The National Bank, which is obliged to utilise internationally recognised methodology, claims another figure: $3,080.6m in 2011-2015. This figure seems to be more relevant and indicative of the dramatic situation of FDI in Belarus.
Remarkably, during a conference held by the Research Institute of the Ministry of Economy on 21 October 2016, a representative of the Ministry also tried to avoid any actual figures.
According to official statistics, the major part of FDI in Belarus comes from Russia (46.4 per cent) and Cyprus (16.1 per cent). However, many suggest that this money originally comes from Russia and Belarus, given Cyprus’s well-known role in reinvestment.
One of the main obstacles mentioned by all participants was lack of property protection. Potential investors are wary of administrative pressure on owners, as well as possible nationalisation. The cases of the confectionery factories ‘Spartak’ and ‘Kamunarka’, which were nationalised in October 2012, provided justification for these fears.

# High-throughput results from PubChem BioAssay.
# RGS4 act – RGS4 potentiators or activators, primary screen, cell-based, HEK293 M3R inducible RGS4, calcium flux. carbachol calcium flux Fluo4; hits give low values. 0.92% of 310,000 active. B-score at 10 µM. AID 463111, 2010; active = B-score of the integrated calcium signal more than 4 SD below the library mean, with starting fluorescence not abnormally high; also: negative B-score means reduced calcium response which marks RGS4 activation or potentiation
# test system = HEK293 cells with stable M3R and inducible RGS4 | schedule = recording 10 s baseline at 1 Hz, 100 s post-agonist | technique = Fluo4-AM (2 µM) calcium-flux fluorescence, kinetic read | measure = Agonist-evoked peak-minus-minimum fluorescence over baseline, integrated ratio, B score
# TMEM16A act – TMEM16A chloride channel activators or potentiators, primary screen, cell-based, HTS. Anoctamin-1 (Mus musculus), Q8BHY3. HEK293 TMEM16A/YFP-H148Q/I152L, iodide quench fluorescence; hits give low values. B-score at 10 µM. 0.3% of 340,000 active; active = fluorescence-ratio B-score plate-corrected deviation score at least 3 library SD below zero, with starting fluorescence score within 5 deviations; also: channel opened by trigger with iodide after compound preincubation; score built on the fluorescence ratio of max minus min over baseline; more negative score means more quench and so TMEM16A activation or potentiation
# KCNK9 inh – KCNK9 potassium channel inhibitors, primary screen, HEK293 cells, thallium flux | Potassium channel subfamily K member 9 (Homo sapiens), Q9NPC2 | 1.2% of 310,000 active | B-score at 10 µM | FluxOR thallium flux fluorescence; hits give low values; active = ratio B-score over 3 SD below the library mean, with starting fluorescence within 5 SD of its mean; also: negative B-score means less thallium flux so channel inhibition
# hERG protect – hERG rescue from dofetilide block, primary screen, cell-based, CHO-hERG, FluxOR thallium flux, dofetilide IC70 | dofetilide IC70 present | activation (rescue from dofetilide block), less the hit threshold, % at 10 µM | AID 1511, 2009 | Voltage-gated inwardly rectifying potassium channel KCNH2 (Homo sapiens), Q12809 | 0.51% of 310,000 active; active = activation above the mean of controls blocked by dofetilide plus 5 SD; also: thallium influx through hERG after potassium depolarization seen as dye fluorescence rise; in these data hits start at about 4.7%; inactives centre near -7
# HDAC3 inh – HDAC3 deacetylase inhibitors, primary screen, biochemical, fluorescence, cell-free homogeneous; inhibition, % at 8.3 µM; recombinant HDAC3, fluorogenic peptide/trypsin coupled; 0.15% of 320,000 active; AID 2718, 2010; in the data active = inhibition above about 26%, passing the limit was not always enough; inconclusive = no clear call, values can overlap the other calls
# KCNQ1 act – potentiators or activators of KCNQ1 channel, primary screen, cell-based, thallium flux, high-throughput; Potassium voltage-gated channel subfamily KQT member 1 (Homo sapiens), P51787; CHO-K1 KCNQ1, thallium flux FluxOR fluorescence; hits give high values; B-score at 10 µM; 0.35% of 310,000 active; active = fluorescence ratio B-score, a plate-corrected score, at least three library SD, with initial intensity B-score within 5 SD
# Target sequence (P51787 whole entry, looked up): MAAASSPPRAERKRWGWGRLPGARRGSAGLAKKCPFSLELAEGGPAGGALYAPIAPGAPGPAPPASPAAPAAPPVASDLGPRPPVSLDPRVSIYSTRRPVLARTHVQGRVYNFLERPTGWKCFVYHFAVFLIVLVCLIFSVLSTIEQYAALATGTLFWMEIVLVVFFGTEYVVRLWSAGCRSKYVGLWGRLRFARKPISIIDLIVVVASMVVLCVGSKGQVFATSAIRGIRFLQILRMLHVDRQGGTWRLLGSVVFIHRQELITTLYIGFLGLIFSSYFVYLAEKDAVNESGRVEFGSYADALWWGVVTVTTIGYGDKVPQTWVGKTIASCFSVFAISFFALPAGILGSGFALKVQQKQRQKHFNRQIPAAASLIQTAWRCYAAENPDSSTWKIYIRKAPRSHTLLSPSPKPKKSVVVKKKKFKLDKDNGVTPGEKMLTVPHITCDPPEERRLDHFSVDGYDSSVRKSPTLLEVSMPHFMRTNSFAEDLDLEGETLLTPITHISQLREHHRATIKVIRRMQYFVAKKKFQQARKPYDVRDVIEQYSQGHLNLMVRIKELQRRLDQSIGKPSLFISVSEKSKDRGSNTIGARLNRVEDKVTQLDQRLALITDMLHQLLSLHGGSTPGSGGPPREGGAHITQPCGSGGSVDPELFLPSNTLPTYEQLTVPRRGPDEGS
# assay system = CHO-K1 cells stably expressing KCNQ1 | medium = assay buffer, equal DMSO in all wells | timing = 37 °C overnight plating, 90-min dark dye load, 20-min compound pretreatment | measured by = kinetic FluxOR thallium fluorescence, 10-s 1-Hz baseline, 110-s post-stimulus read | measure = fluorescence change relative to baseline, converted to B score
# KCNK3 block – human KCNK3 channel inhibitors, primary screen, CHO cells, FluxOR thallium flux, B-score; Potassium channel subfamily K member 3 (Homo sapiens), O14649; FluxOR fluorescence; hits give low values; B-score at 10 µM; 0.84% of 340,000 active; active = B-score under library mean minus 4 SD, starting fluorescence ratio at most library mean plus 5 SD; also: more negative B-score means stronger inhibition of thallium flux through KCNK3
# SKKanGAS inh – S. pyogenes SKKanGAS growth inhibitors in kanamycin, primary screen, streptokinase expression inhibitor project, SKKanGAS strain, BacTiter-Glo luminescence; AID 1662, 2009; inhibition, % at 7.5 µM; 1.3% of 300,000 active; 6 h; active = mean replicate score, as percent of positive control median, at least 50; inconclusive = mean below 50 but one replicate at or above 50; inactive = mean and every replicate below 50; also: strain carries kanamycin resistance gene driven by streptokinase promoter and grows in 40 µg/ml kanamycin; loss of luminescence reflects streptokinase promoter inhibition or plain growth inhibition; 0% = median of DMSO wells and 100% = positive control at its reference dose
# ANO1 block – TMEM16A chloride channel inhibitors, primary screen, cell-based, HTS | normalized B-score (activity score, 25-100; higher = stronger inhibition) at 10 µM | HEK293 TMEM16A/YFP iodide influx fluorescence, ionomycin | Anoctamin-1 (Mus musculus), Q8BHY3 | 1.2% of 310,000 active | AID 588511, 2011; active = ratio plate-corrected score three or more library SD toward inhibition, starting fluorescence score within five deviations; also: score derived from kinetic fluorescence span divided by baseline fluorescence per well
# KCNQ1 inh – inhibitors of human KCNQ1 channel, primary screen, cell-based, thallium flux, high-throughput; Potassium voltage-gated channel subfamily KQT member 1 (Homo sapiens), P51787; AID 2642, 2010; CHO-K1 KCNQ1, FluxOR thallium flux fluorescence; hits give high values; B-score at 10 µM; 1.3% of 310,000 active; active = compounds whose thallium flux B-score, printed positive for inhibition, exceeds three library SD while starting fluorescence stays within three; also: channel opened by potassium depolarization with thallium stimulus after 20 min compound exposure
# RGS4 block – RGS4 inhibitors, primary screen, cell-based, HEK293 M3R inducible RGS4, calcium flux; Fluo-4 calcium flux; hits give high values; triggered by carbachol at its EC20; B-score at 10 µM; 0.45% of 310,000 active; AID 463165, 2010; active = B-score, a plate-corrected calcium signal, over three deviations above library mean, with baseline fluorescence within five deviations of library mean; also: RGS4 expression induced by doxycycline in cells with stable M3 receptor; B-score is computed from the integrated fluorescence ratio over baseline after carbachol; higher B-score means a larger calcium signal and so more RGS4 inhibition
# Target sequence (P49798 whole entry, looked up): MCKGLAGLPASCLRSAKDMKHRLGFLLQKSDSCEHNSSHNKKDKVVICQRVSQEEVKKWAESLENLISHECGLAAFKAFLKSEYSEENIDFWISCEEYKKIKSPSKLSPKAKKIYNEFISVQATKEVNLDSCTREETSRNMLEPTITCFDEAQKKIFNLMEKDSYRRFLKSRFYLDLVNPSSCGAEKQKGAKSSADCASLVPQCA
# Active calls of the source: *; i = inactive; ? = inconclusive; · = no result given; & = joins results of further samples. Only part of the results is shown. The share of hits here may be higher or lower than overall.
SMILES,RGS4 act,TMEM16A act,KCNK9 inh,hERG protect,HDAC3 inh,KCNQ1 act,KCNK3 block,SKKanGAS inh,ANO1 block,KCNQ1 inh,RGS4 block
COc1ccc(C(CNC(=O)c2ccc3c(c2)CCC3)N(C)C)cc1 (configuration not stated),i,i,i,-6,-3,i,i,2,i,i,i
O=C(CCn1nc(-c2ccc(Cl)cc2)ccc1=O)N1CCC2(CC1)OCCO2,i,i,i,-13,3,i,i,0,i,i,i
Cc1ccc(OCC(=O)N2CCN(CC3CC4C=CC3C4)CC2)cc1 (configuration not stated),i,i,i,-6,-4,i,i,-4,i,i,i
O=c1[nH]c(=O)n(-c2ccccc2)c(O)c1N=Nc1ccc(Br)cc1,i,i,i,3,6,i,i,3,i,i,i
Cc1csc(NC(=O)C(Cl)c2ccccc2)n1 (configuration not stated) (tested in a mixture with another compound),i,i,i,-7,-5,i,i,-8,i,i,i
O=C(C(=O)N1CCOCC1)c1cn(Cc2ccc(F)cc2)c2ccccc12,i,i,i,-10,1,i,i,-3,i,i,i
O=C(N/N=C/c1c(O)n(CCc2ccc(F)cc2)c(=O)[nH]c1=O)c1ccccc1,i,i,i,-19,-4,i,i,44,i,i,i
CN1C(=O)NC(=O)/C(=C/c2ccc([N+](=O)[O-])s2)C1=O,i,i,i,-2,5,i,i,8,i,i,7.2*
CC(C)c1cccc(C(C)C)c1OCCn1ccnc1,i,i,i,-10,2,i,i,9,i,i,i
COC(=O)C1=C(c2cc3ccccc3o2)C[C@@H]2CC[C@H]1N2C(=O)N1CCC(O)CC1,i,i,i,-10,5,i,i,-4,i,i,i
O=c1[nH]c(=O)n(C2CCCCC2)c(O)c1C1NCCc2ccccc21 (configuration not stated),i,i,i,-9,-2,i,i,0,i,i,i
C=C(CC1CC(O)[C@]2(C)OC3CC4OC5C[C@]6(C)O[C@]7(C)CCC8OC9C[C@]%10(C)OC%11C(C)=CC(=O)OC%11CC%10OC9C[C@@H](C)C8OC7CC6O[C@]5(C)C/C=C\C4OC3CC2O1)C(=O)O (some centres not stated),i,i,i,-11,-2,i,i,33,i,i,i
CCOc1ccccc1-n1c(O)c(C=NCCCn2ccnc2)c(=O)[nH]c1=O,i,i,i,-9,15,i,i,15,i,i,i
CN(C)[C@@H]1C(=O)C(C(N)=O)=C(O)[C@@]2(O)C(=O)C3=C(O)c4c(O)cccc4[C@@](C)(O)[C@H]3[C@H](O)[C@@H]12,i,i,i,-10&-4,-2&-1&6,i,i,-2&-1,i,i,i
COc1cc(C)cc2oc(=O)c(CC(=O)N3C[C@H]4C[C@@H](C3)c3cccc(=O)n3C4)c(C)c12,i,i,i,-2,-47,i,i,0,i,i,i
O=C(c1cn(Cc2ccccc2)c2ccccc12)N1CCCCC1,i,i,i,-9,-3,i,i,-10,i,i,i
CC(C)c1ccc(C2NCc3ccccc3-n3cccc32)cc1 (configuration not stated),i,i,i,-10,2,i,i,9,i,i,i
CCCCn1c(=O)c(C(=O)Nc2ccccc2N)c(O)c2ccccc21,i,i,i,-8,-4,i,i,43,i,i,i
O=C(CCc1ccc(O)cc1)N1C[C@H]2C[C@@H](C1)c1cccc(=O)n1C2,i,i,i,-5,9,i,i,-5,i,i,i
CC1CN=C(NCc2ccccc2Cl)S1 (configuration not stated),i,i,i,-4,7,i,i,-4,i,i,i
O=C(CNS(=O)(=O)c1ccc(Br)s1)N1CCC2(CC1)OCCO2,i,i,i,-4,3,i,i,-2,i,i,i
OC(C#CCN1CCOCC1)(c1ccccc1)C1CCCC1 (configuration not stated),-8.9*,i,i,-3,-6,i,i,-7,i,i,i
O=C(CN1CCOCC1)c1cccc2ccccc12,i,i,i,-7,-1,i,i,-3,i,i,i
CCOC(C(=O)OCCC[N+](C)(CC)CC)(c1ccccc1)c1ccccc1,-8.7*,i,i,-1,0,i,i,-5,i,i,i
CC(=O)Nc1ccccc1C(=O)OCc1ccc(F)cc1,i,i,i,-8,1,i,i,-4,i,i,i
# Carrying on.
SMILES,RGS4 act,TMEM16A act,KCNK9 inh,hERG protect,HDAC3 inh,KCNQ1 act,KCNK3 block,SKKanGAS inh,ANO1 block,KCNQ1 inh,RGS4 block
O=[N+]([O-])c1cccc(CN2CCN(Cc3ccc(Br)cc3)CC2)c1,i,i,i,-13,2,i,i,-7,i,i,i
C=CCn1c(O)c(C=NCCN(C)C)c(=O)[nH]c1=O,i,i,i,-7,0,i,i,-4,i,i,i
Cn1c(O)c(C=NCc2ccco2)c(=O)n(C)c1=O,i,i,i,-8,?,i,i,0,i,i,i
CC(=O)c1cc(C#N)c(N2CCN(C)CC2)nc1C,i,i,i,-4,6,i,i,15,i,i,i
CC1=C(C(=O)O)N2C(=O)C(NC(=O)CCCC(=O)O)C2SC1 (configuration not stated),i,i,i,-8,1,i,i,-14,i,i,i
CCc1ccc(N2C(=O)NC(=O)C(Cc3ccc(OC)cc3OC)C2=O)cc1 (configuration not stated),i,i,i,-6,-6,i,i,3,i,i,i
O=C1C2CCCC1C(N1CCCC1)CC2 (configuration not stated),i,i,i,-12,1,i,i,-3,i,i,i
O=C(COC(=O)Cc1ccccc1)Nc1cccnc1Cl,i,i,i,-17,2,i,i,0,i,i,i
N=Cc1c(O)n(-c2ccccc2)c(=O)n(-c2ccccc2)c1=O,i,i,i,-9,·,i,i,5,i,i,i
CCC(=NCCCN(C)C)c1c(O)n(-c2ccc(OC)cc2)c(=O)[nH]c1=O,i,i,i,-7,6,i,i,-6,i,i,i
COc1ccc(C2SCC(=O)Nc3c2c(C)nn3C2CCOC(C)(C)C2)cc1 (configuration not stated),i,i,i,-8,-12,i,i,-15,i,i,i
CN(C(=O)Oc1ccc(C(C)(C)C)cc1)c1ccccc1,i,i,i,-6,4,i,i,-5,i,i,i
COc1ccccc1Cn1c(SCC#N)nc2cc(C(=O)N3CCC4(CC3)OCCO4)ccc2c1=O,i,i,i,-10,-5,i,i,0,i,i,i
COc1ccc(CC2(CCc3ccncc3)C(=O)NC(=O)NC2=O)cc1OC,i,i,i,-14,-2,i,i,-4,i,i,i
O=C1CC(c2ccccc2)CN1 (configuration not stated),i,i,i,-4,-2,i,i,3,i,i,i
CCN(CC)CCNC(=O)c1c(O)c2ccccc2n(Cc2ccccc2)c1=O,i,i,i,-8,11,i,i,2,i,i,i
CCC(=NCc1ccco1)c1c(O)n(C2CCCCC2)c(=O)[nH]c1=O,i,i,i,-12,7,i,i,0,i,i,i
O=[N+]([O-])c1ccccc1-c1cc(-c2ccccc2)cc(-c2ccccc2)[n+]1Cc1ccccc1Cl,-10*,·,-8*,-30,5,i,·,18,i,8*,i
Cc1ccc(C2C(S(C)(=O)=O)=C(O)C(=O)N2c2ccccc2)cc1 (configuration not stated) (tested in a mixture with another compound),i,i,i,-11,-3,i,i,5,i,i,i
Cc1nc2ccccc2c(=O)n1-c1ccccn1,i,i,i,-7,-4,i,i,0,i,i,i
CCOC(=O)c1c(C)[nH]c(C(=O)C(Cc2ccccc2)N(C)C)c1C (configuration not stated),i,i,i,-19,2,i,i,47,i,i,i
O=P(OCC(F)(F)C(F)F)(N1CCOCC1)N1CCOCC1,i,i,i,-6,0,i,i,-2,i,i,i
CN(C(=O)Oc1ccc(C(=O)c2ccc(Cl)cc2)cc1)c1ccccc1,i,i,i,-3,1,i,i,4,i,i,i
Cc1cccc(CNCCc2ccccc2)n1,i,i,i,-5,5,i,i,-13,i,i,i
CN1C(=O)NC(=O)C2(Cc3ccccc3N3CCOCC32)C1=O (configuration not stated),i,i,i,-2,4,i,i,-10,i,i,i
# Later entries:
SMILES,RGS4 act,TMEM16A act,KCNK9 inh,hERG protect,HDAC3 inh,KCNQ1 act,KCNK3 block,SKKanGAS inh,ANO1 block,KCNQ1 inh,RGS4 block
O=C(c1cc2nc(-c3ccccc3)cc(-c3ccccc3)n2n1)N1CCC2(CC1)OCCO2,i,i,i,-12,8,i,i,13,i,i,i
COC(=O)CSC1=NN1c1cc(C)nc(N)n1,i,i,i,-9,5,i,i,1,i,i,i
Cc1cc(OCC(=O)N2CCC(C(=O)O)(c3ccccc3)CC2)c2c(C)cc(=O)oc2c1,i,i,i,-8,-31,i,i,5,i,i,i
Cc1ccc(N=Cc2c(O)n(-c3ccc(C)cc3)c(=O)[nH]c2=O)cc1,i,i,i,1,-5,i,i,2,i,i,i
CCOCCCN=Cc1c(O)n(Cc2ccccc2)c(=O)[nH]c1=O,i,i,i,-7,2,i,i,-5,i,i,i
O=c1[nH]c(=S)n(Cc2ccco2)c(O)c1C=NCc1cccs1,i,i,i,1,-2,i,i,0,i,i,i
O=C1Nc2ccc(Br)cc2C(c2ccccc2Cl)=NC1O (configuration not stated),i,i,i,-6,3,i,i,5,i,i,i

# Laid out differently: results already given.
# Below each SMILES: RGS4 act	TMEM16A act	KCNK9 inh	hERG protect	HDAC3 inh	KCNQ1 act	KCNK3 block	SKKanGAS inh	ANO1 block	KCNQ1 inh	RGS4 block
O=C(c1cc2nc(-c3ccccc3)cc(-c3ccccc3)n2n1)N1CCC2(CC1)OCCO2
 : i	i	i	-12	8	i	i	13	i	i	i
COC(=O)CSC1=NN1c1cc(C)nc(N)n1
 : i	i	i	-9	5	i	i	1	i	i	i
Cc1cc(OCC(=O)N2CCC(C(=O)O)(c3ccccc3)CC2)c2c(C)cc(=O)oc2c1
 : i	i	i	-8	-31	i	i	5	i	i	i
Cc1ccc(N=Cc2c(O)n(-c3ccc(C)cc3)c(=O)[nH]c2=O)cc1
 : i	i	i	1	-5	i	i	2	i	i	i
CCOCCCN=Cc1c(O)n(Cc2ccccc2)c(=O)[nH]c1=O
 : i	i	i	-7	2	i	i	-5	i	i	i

The absence of a stock market represents a second important hurdle for foreign investors. It is very difficult to ‘come in’ to a company or evaluate its assets. Belarusian authorities tried to launch the IPO “Minsk Sparkling Wines Factory” in 2013, but this attempt enjoyed little success. Almost all experts claim that the full-fledged IPO will reveal a significant overestimation of Belarusian enterprises, as well as limited attractiveness to serious investors.
Unstable legislature and the general absence of rule of law feeds investors’ fear both for the security of their investments and the predictability of possible incomes. The generally unstable situation in the region only aggravates these anxieties.